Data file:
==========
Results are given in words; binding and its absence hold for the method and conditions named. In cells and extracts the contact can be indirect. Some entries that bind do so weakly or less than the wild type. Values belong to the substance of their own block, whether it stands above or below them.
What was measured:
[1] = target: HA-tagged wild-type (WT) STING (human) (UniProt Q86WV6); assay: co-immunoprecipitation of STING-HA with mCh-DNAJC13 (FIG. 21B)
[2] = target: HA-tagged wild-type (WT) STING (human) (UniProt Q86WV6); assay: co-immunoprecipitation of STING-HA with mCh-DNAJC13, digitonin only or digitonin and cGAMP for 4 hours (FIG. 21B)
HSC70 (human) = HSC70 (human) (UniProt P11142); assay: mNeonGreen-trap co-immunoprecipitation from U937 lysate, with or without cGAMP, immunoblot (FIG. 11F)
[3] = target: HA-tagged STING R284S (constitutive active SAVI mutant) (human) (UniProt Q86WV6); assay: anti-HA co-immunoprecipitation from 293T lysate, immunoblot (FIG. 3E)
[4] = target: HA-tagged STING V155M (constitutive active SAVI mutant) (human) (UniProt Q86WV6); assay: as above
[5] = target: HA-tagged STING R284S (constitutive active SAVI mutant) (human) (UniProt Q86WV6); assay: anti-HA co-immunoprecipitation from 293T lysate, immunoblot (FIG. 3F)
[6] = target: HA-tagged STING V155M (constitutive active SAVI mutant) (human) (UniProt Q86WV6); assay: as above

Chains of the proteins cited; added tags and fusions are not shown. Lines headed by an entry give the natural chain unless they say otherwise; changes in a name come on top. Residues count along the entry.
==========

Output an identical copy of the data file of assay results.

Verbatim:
Results are given in words; binding and its absence hold for the method and conditions named. In cells and extracts the contact can be indirect. Some entries that bind do so weakly or less than the wild type. Values belong to the substance of their own block, whether it stands above or below them.
What was measured:
[1] = target: HA-tagged wild-type (WT) STING (human) (UniProt Q86WV6); assay: co-immunoprecipitation of STING-HA with mCh-DNAJC13 (FIG. 21B)
[2] = target: HA-tagged wild-type (WT) STING (human) (UniProt Q86WV6); assay: co-immunoprecipitation of STING-HA with mCh-DNAJC13, digitonin only or digitonin and cGAMP for 4 hours (FIG. 21B)
HSC70 (human) = HSC70 (human) (UniProt P11142); assay: mNeonGreen-trap co-immunoprecipitation from U937 lysate, with or without cGAMP, immunoblot (FIG. 11F)
[3] = target: HA-tagged STING R284S (constitutive active SAVI mutant) (human) (UniProt Q86WV6); assay: anti-HA co-immunoprecipitation from 293T lysate, immunoblot (FIG. 3E)
[4] = target: HA-tagged STING V155M (constitutive active SAVI mutant) (human) (UniProt Q86WV6); assay: as above
[5] = target: HA-tagged STING R284S (constitutive active SAVI mutant) (human) (UniProt Q86WV6); assay: anti-HA co-immunoprecipitation from 293T lysate, immunoblot (FIG. 3F)
[6] = target: HA-tagged STING V155M (constitutive active SAVI mutant) (human) (UniProt Q86WV6); assay: as above

Chains of the proteins cited; added tags and fusions are not shown. Lines headed by an entry give the natural chain unless they say otherwise; changes in a name come on top. Residues count along the entry.